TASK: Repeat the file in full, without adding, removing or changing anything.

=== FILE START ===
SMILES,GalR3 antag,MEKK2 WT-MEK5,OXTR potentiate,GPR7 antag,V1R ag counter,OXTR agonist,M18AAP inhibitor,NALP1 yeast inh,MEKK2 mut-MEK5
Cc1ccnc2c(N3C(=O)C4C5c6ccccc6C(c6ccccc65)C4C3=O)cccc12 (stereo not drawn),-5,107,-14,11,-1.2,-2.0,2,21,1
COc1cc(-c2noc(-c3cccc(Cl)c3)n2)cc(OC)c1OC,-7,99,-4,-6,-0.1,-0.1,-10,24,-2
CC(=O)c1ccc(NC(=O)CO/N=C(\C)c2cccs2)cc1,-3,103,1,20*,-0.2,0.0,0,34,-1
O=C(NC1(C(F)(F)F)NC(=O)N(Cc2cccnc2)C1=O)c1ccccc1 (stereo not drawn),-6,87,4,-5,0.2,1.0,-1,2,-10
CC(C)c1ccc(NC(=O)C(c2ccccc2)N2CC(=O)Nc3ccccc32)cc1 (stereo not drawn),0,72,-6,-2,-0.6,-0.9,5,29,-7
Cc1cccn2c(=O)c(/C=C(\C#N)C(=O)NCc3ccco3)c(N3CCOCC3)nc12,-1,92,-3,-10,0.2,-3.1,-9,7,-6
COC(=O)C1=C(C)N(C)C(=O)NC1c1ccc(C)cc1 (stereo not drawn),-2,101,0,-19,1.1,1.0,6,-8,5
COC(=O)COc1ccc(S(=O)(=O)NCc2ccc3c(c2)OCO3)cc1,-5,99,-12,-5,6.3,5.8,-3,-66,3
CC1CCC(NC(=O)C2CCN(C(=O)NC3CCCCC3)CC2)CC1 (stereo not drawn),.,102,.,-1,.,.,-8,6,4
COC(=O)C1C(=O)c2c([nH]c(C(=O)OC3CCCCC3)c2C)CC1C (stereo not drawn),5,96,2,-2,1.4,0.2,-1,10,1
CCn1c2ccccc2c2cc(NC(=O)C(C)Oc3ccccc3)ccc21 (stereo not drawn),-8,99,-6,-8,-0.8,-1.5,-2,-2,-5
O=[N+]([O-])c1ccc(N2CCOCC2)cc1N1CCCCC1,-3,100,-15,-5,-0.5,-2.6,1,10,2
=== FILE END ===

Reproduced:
SMILES,GalR3 antag,MEKK2 WT-MEK5,OXTR potentiate,GPR7 antag,V1R ag counter,OXTR agonist,M18AAP inhibitor,NALP1 yeast inh,MEKK2 mut-MEK5
Cc1ccnc2c(N3C(=O)C4C5c6ccccc6C(c6ccccc65)C4C3=O)cccc12 (stereo not drawn),-5,107,-14,11,-1.2,-2.0,2,21,1
COc1cc(-c2noc(-c3cccc(Cl)c3)n2)cc(OC)c1OC,-7,99,-4,-6,-0.1,-0.1,-10,24,-2
CC(=O)c1ccc(NC(=O)CO/N=C(\C)c2cccs2)cc1,-3,103,1,20*,-0.2,0.0,0,34,-1
O=C(NC1(C(F)(F)F)NC(=O)N(Cc2cccnc2)C1=O)c1ccccc1 (stereo not drawn),-6,87,4,-5,0.2,1.0,-1,2,-10
CC(C)c1ccc(NC(=O)C(c2ccccc2)N2CC(=O)Nc3ccccc32)cc1 (stereo not drawn),0,72,-6,-2,-0.6,-0.9,5,29,-7
Cc1cccn2c(=O)c(/C=C(\C#N)C(=O)NCc3ccco3)c(N3CCOCC3)nc12,-1,92,-3,-10,0.2,-3.1,-9,7,-6
COC(=O)C1=C(C)N(C)C(=O)NC1c1ccc(C)cc1 (stereo not drawn),-2,101,0,-19,1.1,1.0,6,-8,5
COC(=O)COc1ccc(S(=O)(=O)NCc2ccc3c(c2)OCO3)cc1,-5,99,-12,-5,6.3,5.8,-3,-66,3
CC1CCC(NC(=O)C2CCN(C(=O)NC3CCCCC3)CC2)CC1 (stereo not drawn),.,102,.,-1,.,.,-8,6,4
COC(=O)C1C(=O)c2c([nH]c(C(=O)OC3CCCCC3)c2C)CC1C (stereo not drawn),5,96,2,-2,1.4,0.2,-1,10,1
CCn1c2ccccc2c2cc(NC(=O)C(C)Oc3ccccc3)ccc21 (stereo not drawn),-8,99,-6,-8,-0.8,-1.5,-2,-2,-5
O=[N+]([O-])c1ccc(N2CCOCC2)cc1N1CCCCC1,-3,100,-15,-5,-0.5,-2.6,1,10,2